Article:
I am happy for the opportunity your daughter has, she is building a firm foundation for her future and probably having a blast doing it. I sure wish I knew how to handle money when I got out on my own, and I made pretty shabby stock choices as well (thought that seems to be turning around. [img]http://www.**********.com/iB_html/non-cgi/emoticons/new/smile.gif[/img] )

    Your daughter is going to have a leg up on all the other kids her age when she graduates highschool/college, she will have some real world experience... and who knows, long before then she may convince you to invest in the next Intel or Microsoft...

    Do you think they would let a 29 year old child audit the courses? [img]http://www.**********.com/iB_html/non-cgi/emoticons/new/smile_n_32.gif[/img]
    \"Maybe in order to understand mankind, we have to look at the word itself: \"Mankind\". Basically, it\'s made up of two separate words - \"mank\" and \"ind\". What do these words mean ? It\'s a mystery, and that\'s why so is mankind.\" ~ Jack Handey

  5. #21
    Somewhat Unstable superimposedhope's Avatar
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    Thanks all for the compliments,
    While I do normally enjoy an intelligent arguement, this is not a debate and furthermore demeans and undermines my efforts as a father to make the very best decisions for my daughter. While in a meeting with my daughters teacher a few weeks back she told me "It's unfortunate that you are the only parent who contacts me, cause your daughter is not the only child with difficulties".

    Joe
    \"There is nothing here of interest to any nation, as a matter of fact there is nothing here but humans!\"

  6. #22

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    Hey Joe, I know you're real busy but when ever you have a spare moment in the future would you please share any other programs being offered to your daughter and her classmates that are innovative and "kid friendly"? I'm sure there will be more as she gets further into the curriculum. I'd be most appreciative. Thanks much, Laura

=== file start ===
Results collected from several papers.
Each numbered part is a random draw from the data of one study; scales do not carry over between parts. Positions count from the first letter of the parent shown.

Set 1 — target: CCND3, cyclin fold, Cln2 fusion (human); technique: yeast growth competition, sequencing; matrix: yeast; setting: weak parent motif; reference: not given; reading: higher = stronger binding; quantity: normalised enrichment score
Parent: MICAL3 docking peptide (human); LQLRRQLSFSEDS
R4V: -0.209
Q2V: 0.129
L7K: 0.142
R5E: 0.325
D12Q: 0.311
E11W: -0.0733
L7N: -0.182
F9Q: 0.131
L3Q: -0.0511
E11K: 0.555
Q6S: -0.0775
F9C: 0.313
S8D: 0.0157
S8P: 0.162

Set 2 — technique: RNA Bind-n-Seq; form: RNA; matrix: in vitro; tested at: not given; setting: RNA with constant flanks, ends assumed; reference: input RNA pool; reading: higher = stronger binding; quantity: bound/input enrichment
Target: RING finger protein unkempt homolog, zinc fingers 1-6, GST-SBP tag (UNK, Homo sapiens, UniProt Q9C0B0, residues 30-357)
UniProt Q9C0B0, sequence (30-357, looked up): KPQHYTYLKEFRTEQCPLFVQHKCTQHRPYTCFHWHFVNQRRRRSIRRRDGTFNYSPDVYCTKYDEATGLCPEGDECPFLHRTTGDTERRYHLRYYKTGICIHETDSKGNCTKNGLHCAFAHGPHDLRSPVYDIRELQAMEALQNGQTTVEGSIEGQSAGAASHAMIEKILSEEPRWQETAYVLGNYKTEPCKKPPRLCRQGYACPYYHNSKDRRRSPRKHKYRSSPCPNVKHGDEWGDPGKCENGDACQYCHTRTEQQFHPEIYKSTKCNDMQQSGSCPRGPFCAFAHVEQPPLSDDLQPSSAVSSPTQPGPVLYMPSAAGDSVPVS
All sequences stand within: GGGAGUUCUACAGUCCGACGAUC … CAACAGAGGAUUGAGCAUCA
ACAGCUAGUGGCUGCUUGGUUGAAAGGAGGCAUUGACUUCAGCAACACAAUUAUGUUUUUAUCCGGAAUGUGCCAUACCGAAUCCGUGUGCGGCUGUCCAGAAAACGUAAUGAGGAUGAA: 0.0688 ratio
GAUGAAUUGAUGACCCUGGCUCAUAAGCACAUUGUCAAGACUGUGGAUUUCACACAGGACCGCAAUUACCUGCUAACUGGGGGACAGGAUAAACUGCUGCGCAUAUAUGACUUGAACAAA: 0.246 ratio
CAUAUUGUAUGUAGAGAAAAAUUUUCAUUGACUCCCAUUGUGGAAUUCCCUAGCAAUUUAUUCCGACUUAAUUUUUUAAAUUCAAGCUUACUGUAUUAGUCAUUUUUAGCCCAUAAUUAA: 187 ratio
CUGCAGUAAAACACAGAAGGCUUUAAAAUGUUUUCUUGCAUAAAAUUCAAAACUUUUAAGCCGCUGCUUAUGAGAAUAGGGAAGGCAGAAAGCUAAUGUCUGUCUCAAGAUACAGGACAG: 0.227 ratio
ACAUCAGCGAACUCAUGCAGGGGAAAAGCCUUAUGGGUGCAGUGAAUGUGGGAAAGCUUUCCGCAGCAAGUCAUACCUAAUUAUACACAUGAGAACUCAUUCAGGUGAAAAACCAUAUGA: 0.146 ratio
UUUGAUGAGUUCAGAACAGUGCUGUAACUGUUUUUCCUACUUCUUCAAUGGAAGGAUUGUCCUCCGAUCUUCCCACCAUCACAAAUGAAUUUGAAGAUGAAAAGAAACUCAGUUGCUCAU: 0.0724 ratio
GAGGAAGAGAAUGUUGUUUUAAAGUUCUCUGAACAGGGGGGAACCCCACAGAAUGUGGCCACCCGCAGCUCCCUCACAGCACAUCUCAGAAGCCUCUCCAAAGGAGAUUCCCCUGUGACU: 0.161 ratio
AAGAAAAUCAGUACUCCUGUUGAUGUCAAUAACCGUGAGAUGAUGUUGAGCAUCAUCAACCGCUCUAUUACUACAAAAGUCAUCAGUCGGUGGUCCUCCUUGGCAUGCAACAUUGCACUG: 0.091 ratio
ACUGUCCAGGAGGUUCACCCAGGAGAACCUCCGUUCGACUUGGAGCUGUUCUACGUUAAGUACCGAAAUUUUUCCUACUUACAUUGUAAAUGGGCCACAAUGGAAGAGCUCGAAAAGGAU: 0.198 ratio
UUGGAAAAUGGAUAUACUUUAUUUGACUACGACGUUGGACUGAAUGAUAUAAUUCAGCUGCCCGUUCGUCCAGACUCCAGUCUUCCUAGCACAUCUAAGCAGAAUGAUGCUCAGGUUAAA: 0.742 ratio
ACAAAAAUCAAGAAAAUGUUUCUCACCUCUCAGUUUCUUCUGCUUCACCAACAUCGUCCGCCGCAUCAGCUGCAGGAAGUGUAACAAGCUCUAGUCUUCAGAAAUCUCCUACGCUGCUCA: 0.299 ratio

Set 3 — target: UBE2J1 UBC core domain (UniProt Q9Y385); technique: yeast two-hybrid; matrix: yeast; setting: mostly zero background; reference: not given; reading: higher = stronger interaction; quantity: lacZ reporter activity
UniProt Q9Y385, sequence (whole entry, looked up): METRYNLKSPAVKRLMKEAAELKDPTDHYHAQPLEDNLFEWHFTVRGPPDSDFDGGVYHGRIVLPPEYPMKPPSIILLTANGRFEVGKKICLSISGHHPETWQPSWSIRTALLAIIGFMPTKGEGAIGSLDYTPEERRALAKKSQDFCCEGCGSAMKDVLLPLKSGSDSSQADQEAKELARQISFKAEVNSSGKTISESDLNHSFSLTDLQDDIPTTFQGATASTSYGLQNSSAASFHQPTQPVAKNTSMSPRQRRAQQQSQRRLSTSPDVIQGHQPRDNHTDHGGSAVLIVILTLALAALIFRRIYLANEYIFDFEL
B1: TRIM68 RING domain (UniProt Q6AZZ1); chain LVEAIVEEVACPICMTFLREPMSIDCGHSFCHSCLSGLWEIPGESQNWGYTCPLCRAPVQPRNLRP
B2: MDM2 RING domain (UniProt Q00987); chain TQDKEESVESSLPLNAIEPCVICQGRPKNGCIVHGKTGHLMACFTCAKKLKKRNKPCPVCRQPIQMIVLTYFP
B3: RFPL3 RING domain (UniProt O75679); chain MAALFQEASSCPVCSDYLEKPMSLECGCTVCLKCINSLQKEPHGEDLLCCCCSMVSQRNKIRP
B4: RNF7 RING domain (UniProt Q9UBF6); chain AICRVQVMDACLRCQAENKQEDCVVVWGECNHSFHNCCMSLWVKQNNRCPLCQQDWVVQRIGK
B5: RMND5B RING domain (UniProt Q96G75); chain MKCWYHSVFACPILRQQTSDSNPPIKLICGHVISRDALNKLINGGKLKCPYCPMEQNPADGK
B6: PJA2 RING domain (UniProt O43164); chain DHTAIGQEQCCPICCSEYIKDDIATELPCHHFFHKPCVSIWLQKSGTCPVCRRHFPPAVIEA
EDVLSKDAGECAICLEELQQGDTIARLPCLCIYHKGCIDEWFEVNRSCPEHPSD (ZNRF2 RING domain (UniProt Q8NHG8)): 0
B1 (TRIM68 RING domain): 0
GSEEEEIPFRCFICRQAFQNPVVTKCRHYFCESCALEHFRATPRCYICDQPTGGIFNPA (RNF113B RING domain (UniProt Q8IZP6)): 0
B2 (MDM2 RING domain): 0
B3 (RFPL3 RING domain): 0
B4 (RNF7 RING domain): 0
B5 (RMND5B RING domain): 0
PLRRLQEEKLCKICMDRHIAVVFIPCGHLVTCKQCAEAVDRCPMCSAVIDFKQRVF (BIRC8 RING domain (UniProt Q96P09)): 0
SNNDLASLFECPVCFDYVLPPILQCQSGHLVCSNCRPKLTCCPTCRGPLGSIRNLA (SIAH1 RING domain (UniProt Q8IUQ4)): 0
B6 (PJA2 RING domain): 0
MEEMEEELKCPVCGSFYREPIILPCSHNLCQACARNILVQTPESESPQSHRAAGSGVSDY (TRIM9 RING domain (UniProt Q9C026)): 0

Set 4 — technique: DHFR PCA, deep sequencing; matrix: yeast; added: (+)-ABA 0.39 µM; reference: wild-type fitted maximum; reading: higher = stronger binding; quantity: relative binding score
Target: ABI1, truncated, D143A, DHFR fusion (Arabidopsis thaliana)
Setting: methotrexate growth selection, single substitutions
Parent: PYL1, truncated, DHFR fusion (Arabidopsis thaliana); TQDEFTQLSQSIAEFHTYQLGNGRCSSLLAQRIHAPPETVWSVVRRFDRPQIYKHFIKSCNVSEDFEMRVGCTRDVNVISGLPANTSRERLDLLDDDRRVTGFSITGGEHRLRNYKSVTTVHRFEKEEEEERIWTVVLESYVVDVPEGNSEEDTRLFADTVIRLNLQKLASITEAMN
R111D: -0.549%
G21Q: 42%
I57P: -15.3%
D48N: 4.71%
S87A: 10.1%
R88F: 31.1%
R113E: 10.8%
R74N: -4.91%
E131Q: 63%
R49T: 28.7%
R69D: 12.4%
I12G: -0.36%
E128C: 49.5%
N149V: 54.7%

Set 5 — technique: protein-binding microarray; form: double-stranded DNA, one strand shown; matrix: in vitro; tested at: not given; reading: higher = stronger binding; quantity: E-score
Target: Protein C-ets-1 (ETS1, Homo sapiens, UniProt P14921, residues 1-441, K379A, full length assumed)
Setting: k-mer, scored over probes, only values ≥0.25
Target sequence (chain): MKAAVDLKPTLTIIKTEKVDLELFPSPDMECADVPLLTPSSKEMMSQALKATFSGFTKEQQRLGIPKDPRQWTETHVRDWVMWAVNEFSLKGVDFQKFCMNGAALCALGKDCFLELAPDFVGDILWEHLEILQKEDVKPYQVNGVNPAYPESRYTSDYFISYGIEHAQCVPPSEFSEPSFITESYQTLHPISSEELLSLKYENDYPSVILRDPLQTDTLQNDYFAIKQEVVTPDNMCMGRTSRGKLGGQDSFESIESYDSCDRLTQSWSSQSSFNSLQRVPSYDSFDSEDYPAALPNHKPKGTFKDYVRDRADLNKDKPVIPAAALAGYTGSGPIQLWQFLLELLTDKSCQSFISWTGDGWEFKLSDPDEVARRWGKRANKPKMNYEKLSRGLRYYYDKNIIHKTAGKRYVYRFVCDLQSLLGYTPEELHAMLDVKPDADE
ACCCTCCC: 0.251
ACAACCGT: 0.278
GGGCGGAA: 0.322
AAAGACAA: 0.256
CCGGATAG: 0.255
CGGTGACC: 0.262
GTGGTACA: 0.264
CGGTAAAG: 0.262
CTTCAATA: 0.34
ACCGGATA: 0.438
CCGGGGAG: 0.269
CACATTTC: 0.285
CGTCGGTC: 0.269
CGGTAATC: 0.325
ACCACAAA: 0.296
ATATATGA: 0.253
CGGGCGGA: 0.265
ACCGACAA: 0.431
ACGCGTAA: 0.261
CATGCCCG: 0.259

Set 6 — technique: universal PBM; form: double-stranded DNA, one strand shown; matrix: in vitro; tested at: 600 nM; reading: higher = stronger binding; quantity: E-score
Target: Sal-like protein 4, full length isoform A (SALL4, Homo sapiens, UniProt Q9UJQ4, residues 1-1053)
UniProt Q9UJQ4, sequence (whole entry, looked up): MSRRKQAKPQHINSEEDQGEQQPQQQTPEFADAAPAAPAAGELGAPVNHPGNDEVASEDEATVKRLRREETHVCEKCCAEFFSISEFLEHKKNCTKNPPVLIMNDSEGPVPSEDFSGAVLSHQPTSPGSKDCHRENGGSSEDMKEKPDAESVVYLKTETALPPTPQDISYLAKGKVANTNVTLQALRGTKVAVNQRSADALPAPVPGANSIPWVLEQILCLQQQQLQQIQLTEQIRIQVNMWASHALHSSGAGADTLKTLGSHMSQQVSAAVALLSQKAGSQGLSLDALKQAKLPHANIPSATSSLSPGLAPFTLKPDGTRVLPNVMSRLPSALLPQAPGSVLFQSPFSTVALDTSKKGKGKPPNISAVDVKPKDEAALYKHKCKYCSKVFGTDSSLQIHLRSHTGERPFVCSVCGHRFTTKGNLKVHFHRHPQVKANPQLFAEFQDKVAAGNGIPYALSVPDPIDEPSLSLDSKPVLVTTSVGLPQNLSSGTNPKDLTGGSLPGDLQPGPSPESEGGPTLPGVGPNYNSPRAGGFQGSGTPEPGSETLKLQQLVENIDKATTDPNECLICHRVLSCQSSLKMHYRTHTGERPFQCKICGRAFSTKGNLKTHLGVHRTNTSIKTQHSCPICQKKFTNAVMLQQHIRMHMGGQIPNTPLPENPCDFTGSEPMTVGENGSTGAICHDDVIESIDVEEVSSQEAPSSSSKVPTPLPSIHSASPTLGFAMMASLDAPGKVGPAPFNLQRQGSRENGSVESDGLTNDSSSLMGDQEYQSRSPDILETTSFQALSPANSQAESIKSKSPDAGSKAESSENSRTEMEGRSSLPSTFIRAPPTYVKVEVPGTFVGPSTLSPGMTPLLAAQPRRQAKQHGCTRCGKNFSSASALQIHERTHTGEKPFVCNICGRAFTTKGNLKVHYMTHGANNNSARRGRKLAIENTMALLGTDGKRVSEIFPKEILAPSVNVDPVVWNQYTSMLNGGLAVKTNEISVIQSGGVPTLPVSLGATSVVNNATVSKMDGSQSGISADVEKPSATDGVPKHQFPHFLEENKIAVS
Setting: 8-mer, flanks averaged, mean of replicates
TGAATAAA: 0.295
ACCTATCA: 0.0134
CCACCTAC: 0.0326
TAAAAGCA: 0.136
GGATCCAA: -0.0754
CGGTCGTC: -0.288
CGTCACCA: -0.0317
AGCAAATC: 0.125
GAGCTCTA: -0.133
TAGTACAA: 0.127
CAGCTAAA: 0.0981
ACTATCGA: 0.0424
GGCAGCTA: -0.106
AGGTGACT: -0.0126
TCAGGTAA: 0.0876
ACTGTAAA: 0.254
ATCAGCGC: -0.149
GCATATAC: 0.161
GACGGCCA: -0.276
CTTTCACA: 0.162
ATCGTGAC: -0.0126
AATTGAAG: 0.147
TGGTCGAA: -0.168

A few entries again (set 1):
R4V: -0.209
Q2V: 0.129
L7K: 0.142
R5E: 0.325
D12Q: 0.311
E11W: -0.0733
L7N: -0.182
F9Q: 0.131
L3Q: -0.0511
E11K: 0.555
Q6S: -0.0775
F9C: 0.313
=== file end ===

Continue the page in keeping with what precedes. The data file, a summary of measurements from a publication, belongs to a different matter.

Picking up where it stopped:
7. #23
    Somewhat Unstable superimposedhope's Avatar
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    Well the name of this school is Conestoga and there is also a school with the same type of programs but it is science in stead. It's called King Science center. I toured it as a child myself, the coolest school you'll ever see for grade school. Complete with its own planetarium. [img]http://www.**********.com/iB_html/non-cgi/emoticons/new/smile_k_ani_32.gif[/img] Those are the only 2 I know of in OPS.

    BTW, I have a PS2 myself but time is limited and my daughter spends less than an hour a month on it and I spend maybe an hour a week on it. Just better things to do, but it is fun in MODERATION. I also don't have cable cause well, 300+ still nothin on worth watchin except the Discovery series of channels but it costs too much to only watch 4or 5 channels.

    Joe
    \"There is nothing here of interest to any nation, as a matter of fact there is nothing here but humans!\"

  8. #24

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    An elementary school with its own planetarium! Well, at least your district is using tax money properly. Our school district purchased lap top computers for every teacher, aid, and staff member to include the school nurse and then they hired staff to support the laptops and purchased wireless for them all. Sad because the desk top computers in the labs for the kids are antiquated and some even have the old WIN95 operating system on them. I'm thinking that a few state of the art desktops could have been purchased for every classroom that the teachers would have had easy access to with all the money spent on laptops for the staff that the kids will most assuredly never be able to touch. I will say no more about our district's expenditures or I will get a headache again. Greater parent involvement could have probably stopped that purchase, shame they don't seem to have more actively involved parents around here. Wish I lived in your neck of the woods.

    What is a PS2?